Requests VS. Demands:
Requests are perceived as demands when others believe they will be blamed or punished if they don’t comply. When people hear a demand from us, they will either submit or rebel. Either way, the person requesting is perceived as coercive, and the listeners capacity to respond in a compassionate manner is diminished. How do we know if it is a demand or request? Observe what the speaker does if the request is not complied with.
Here is an example to illustrate the difference between a request and a demand: Jack says to Jane “I’m lonely and would like you to spend the evening with me”. Jane says” I’m really tired, how about you find someone else to keep you company tonight”. We don’t know if it is a request or demand until we know how Jack responds. If Jack says “you are so selfish! You never spend time with me! Do you even love me?” then it was a demand. Instead of empathizing with her need to rest, he blamed her. If Jack says something like “So you’re needing some rest tonight? Okay, how about we spend time together tomorrow instead?”, it was a request, he respected her needs and choices. This will help Jane be more empathetic and try to meet Jack’s needs in another way.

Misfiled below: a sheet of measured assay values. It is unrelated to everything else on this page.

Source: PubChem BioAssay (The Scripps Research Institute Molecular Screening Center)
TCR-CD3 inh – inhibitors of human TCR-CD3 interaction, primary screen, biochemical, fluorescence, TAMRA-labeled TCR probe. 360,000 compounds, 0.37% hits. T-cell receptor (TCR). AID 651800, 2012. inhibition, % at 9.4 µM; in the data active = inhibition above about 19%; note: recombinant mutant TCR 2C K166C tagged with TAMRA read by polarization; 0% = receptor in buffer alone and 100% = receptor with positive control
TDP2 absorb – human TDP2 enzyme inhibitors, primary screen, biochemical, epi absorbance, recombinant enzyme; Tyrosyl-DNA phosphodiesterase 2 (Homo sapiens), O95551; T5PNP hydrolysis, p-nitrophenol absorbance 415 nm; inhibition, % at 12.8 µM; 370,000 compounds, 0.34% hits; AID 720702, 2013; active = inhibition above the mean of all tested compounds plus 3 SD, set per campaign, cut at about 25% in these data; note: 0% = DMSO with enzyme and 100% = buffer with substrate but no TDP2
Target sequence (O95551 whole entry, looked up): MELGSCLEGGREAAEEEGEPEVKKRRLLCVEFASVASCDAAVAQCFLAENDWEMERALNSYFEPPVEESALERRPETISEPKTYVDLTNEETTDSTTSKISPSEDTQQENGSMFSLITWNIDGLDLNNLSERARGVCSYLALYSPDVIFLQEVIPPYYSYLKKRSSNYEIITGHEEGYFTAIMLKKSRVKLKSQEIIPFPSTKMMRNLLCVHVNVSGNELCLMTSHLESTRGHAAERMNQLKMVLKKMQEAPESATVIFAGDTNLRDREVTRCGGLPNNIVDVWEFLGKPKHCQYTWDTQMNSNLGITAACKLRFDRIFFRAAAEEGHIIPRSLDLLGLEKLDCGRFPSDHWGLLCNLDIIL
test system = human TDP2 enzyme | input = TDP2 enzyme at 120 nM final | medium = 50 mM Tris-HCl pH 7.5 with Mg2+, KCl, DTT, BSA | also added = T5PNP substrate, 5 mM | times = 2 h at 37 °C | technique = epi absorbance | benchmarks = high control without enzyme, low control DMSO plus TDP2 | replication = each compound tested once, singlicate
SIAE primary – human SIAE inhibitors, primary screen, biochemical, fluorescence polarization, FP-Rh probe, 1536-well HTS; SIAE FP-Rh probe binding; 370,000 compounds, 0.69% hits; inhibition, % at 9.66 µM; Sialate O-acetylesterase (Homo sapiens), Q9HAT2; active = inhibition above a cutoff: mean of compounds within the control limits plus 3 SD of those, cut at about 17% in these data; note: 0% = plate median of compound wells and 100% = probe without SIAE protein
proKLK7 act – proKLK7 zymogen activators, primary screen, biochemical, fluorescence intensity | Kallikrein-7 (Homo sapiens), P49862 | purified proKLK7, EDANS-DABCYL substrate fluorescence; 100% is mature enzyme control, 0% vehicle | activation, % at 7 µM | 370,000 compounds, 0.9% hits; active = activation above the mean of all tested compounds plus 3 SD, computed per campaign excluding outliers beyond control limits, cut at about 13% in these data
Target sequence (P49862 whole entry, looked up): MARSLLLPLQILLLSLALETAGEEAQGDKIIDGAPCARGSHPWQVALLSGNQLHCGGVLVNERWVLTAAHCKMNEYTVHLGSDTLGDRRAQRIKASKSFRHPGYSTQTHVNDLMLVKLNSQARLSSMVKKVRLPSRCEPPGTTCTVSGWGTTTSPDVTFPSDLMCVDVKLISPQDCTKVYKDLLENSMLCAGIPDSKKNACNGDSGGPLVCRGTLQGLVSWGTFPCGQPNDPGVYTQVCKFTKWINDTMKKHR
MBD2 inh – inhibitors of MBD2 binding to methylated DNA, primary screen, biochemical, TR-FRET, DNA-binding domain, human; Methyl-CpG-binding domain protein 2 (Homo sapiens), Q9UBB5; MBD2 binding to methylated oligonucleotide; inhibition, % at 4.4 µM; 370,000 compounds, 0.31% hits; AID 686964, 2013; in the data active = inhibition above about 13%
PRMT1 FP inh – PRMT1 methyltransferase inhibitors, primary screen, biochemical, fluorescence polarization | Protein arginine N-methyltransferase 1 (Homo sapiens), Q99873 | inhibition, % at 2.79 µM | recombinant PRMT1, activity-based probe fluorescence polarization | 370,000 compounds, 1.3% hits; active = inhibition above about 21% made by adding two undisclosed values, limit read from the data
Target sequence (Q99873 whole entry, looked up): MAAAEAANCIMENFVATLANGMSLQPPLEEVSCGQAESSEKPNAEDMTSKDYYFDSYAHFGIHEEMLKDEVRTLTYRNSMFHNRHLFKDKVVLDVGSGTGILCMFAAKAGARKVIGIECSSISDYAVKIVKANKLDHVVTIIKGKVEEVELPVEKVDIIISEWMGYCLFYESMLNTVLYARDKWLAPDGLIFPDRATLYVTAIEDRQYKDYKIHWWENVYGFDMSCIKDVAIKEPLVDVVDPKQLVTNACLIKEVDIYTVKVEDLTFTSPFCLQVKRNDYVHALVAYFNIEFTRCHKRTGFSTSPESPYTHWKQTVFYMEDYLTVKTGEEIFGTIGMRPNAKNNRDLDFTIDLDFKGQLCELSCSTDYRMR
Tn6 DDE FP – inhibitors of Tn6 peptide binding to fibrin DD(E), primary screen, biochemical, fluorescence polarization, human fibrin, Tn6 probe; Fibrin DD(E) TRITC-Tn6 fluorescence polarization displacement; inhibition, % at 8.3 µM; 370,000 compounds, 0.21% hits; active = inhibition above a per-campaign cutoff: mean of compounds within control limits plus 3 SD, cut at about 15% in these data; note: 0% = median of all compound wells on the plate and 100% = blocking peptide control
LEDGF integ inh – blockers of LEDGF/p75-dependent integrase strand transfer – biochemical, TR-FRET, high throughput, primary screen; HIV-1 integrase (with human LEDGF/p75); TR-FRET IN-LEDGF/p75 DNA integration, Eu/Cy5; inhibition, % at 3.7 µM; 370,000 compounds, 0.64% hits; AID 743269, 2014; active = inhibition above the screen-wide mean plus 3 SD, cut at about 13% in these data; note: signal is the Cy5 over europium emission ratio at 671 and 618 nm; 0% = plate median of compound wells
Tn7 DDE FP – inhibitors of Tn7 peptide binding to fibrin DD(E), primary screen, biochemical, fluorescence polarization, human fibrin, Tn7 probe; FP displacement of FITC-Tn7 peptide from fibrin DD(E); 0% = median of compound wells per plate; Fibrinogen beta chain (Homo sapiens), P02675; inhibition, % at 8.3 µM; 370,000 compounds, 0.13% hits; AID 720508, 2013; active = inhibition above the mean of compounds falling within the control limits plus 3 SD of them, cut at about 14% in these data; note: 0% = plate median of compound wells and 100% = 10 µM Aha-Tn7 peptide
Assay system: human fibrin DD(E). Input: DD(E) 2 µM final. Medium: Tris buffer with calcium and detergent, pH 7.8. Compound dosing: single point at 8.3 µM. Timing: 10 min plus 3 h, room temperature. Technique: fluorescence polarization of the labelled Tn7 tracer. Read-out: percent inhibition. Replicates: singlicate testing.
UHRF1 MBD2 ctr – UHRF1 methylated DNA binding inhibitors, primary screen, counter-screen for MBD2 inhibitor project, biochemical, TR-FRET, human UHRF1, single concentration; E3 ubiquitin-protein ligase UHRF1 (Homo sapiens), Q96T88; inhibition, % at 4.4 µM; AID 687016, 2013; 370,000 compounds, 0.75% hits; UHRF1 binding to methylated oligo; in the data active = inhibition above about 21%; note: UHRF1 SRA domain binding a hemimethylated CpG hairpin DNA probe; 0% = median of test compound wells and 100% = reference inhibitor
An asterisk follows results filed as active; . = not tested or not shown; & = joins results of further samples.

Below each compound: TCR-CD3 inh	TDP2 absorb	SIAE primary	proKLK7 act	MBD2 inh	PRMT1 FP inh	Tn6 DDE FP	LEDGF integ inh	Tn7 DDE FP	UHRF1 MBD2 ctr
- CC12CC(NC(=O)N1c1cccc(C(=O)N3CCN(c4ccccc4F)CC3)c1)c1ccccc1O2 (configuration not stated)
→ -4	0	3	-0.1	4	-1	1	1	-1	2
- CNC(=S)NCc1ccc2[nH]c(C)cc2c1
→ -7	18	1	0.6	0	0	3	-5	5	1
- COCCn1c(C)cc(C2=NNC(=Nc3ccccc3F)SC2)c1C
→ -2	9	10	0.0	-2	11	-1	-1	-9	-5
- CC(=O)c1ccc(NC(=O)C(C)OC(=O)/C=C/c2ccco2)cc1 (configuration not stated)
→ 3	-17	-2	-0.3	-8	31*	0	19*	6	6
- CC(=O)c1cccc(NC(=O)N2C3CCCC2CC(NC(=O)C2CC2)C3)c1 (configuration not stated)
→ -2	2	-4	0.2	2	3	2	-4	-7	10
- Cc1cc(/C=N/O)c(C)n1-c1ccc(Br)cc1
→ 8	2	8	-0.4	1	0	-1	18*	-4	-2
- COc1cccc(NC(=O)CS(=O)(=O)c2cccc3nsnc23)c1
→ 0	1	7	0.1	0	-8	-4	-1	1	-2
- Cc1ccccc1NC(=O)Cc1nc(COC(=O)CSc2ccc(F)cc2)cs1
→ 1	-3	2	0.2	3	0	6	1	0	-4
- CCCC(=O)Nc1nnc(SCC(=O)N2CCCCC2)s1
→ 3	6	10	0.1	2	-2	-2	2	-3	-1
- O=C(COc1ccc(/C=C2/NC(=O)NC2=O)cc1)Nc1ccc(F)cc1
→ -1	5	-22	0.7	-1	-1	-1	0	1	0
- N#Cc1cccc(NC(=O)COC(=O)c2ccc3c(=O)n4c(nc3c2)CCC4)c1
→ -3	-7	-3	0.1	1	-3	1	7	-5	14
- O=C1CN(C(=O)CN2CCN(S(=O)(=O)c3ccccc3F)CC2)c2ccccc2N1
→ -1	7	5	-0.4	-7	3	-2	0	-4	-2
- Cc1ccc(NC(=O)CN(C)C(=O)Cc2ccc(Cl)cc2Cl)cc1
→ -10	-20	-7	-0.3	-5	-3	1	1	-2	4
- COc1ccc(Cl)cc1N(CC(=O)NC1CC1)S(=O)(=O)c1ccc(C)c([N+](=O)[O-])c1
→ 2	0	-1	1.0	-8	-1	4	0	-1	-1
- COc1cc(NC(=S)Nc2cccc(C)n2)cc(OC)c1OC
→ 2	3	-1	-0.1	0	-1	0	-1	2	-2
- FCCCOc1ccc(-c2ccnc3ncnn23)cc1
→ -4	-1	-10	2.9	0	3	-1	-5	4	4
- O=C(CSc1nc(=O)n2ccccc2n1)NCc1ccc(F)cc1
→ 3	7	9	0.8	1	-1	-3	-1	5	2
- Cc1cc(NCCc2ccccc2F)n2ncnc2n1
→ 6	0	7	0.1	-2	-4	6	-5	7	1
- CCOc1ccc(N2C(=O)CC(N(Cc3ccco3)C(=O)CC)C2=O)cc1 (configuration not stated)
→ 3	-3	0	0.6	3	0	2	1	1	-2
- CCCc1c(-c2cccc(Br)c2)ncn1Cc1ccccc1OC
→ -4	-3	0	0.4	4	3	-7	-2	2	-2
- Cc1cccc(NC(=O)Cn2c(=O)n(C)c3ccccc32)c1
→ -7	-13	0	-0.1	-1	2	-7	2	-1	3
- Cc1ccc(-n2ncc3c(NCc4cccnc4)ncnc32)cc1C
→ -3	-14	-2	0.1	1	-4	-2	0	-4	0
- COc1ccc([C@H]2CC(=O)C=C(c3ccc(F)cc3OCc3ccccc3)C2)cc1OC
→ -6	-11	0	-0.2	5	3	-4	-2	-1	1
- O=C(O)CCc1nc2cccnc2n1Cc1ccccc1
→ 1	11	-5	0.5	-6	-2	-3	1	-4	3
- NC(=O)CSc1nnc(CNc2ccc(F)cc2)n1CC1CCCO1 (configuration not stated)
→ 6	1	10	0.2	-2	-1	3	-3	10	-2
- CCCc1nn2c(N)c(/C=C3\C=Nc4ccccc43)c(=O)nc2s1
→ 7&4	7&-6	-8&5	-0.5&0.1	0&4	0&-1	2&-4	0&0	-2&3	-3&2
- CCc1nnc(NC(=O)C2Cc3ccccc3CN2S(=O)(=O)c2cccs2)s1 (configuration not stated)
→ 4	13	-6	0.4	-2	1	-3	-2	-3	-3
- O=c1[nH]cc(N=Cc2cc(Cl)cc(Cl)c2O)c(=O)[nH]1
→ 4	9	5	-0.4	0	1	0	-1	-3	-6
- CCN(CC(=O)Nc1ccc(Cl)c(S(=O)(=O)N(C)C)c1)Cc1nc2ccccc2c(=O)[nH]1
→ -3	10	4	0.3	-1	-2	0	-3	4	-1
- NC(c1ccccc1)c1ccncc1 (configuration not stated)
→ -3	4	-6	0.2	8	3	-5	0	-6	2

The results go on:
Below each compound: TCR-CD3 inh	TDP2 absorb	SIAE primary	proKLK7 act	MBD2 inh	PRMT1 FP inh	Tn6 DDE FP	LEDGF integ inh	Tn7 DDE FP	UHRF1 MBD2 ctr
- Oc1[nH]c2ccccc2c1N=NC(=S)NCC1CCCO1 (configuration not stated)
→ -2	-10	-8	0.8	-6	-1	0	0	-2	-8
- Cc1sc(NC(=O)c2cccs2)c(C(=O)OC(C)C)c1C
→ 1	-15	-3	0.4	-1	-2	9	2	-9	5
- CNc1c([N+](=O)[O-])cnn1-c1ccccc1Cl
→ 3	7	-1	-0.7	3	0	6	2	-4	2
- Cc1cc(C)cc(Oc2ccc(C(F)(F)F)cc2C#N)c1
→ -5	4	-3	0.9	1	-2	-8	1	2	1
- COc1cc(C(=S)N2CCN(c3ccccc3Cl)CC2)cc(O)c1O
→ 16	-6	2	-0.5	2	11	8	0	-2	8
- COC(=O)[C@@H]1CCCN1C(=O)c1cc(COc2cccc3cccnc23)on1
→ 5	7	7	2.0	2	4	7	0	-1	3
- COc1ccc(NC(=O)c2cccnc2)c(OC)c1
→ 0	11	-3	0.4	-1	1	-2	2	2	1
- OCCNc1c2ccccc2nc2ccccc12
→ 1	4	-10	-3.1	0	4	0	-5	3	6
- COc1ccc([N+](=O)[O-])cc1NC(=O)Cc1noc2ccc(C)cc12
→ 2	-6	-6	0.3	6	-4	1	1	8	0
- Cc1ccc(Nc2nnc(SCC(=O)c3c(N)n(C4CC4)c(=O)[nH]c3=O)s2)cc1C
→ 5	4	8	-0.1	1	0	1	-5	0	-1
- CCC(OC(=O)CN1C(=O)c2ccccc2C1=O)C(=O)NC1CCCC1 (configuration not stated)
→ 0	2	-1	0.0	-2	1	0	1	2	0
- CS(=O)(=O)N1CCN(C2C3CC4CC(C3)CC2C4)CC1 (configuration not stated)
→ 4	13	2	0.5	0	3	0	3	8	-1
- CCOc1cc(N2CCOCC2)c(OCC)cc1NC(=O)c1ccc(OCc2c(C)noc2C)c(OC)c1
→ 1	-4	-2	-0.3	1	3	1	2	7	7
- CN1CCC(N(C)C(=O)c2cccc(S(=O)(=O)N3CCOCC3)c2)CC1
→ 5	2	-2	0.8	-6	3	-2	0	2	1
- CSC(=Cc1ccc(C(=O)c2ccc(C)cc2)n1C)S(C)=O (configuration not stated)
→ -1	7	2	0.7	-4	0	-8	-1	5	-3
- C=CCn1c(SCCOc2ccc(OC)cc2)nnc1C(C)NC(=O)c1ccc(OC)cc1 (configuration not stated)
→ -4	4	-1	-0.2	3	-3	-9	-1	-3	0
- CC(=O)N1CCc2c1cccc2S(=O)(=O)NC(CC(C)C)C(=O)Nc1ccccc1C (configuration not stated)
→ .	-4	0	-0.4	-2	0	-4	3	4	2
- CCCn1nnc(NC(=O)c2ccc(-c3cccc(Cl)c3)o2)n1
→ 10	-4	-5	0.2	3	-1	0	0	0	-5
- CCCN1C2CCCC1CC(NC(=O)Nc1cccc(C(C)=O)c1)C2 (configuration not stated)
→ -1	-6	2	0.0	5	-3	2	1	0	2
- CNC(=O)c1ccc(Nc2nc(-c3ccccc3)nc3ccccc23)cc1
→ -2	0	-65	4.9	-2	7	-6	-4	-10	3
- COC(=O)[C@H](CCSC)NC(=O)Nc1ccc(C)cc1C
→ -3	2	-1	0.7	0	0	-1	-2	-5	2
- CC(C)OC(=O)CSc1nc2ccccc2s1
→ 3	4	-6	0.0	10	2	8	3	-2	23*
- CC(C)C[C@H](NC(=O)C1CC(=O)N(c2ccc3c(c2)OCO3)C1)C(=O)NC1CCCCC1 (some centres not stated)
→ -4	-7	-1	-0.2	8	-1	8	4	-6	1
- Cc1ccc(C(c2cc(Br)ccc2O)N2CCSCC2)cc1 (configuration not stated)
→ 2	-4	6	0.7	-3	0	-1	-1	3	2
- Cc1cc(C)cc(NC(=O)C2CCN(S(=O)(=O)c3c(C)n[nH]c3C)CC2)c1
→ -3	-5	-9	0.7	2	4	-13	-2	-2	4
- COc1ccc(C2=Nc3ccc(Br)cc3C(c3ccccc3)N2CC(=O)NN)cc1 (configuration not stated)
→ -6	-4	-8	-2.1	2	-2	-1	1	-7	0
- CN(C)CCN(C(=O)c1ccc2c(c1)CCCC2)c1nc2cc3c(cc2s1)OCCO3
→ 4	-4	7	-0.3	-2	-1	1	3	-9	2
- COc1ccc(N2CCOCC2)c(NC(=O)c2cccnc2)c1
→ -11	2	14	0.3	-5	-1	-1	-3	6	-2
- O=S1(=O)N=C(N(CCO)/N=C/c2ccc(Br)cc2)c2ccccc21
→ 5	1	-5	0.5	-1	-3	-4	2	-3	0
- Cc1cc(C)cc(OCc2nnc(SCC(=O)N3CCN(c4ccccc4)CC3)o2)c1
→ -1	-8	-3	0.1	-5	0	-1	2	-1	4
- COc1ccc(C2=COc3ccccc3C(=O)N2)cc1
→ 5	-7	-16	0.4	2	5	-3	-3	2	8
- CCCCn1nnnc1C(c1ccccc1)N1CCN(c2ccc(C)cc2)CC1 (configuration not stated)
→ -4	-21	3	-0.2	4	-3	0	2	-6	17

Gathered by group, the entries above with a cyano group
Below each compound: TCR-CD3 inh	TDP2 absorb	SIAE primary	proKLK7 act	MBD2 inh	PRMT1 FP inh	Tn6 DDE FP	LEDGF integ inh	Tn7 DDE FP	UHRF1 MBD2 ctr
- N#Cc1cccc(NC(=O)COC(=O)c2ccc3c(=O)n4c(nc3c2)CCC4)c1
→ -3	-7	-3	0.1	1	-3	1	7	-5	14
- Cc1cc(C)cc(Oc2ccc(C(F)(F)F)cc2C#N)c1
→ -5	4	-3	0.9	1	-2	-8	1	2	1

Anger is at the core a need that is not being fulfilled. It can be valuable if we use it as an alarm clock to wake us up to what we are thinking, feeling and needing. It will backfire if we blame others, who will not respond to our needs but to the anger. Violence comes from the belief that other people cause our pain and therefore deserve punishment. As an example, Jack is upset because Jane isn’t coming over, so he “punishes” her by not answering her phone calls rather than feeling his own hurt and owning his own needs. Jack may create a pattern of distance if he continues to punish Jane for her perceived neglect, instead of dealing with his reactions and then enjoying Jane’s company the next day. Judgements of others contribute to self-fulfilling prophecies. Jack ends up pushing Jane away because he expects her to disappoint him and is pre-emptively angry, hence causing her to not want to spend time with him. Alternately, Jack spends quality time with Jane the next day because he empathized with her being tired and needing time to rest, making Jane more likely to want to respond compassionately to Jack’s needs.
Empathy is a respectful understanding of what others are experiencing. Listening while not trying to fix it, give advice, explaining, sympathizing, correcting etc. is key, and requires focused attention on the other’s communication. No matter what others say, we only hear what they are observing, feeling, needing and requesting. After listening, it is a good idea to paraphrase what the other said back to them. If we accurately heard the other person’s message, it will confirm this for them, if not it gives them an opportunity to correct us. We need empathy to give empathy. When we sense ourselves being defensive or unable to empathize, we need to STOP, breathe and if necessary, remove ourselves from the interaction until we are back in balance.